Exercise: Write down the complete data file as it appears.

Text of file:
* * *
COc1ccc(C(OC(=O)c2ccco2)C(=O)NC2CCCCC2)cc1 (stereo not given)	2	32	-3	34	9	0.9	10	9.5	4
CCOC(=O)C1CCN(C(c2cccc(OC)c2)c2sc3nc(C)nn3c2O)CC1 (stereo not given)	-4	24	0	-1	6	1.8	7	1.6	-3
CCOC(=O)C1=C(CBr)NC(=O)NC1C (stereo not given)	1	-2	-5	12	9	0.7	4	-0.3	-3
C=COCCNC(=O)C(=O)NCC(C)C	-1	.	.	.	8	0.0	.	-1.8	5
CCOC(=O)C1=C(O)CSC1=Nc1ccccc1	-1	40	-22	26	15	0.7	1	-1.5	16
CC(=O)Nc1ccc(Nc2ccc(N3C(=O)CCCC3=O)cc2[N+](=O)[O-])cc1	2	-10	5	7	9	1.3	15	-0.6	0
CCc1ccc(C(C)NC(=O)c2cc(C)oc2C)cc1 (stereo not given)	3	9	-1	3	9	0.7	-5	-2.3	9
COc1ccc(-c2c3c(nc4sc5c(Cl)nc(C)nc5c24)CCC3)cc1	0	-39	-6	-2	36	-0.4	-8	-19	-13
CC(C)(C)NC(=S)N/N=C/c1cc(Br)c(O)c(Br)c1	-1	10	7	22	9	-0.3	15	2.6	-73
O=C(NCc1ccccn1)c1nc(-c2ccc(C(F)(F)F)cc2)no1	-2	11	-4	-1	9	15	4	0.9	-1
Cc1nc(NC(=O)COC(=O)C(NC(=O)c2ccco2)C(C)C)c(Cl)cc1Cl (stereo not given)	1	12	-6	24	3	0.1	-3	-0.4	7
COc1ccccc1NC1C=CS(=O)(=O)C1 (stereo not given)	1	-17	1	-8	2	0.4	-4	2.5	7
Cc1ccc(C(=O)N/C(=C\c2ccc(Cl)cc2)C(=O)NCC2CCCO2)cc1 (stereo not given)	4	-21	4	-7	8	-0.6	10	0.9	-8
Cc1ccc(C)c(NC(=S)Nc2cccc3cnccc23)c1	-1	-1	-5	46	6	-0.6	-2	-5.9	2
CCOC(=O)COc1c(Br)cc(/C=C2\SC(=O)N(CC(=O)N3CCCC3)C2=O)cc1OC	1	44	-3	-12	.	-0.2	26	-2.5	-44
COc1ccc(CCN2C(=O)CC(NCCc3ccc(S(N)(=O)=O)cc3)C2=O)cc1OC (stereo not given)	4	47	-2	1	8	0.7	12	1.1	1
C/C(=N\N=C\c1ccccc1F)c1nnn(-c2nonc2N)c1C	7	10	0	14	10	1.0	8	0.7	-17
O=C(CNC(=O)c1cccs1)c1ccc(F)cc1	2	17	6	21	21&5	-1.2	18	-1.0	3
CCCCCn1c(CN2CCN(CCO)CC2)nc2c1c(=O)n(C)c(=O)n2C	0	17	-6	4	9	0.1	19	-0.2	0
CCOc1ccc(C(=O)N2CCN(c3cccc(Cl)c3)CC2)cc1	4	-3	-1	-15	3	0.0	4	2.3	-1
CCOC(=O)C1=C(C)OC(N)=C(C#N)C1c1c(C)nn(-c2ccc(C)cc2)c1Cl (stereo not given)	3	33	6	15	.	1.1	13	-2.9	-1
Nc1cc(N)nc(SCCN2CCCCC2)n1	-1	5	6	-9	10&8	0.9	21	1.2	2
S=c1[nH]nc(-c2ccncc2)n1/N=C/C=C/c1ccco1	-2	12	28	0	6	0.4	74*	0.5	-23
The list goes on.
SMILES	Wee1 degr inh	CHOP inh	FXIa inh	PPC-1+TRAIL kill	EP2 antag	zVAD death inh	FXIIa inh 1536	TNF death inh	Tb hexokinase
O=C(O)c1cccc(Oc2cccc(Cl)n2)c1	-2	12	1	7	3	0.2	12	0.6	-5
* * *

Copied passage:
COc1ccc(C(OC(=O)c2ccco2)C(=O)NC2CCCCC2)cc1 (stereo not given)	2	32	-3	34	9	0.9	10	9.5	4
CCOC(=O)C1CCN(C(c2cccc(OC)c2)c2sc3nc(C)nn3c2O)CC1 (stereo not given)	-4	24	0	-1	6	1.8	7	1.6	-3
CCOC(=O)C1=C(CBr)NC(=O)NC1C (stereo not given)	1	-2	-5	12	9	0.7	4	-0.3	-3
C=COCCNC(=O)C(=O)NCC(C)C	-1	.	.	.	8	0.0	.	-1.8	5
CCOC(=O)C1=C(O)CSC1=Nc1ccccc1	-1	40	-22	26	15	0.7	1	-1.5	16
CC(=O)Nc1ccc(Nc2ccc(N3C(=O)CCCC3=O)cc2[N+](=O)[O-])cc1	2	-10	5	7	9	1.3	15	-0.6	0
CCc1ccc(C(C)NC(=O)c2cc(C)oc2C)cc1 (stereo not given)	3	9	-1	3	9	0.7	-5	-2.3	9
COc1ccc(-c2c3c(nc4sc5c(Cl)nc(C)nc5c24)CCC3)cc1	0	-39	-6	-2	36	-0.4	-8	-19	-13
CC(C)(C)NC(=S)N/N=C/c1cc(Br)c(O)c(Br)c1	-1	10	7	22	9	-0.3	15	2.6	-73
O=C(NCc1ccccn1)c1nc(-c2ccc(C(F)(F)F)cc2)no1	-2	11	-4	-1	9	15	4	0.9	-1
Cc1nc(NC(=O)COC(=O)C(NC(=O)c2ccco2)C(C)C)c(Cl)cc1Cl (stereo not given)	1	12	-6	24	3	0.1	-3	-0.4	7
COc1ccccc1NC1C=CS(=O)(=O)C1 (stereo not given)	1	-17	1	-8	2	0.4	-4	2.5	7
Cc1ccc(C(=O)N/C(=C\c2ccc(Cl)cc2)C(=O)NCC2CCCO2)cc1 (stereo not given)	4	-21	4	-7	8	-0.6	10	0.9	-8
Cc1ccc(C)c(NC(=S)Nc2cccc3cnccc23)c1	-1	-1	-5	46	6	-0.6	-2	-5.9	2
CCOC(=O)COc1c(Br)cc(/C=C2\SC(=O)N(CC(=O)N3CCCC3)C2=O)cc1OC	1	44	-3	-12	.	-0.2	26	-2.5	-44
COc1ccc(CCN2C(=O)CC(NCCc3ccc(S(N)(=O)=O)cc3)C2=O)cc1OC (stereo not given)	4	47	-2	1	8	0.7	12	1.1	1
C/C(=N\N=C\c1ccccc1F)c1nnn(-c2nonc2N)c1C	7	10	0	14	10	1.0	8	0.7	-17
O=C(CNC(=O)c1cccs1)c1ccc(F)cc1	2	17	6	21	21&5	-1.2	18	-1.0	3
CCCCCn1c(CN2CCN(CCO)CC2)nc2c1c(=O)n(C)c(=O)n2C	0	17	-6	4	9	0.1	19	-0.2	0
CCOc1ccc(C(=O)N2CCN(c3cccc(Cl)c3)CC2)cc1	4	-3	-1	-15	3	0.0	4	2.3	-1
CCOC(=O)C1=C(C)OC(N)=C(C#N)C1c1c(C)nn(-c2ccc(C)cc2)c1Cl (stereo not given)	3	33	6	15	.	1.1	13	-2.9	-1
Nc1cc(N)nc(SCCN2CCCCC2)n1	-1	5	6	-9	10&8	0.9	21	1.2	2
S=c1[nH]nc(-c2ccncc2)n1/N=C/C=C/c1ccco1	-2	12	28	0	6	0.4	74*	0.5	-23
The list goes on.
SMILES	Wee1 degr inh	CHOP inh	FXIa inh	PPC-1+TRAIL kill	EP2 antag	zVAD death inh	FXIIa inh 1536	TNF death inh	Tb hexokinase
O=C(O)c1cccc(Oc2cccc(Cl)n2)c1	-2	12	1	7	3	0.2	12	0.6	-5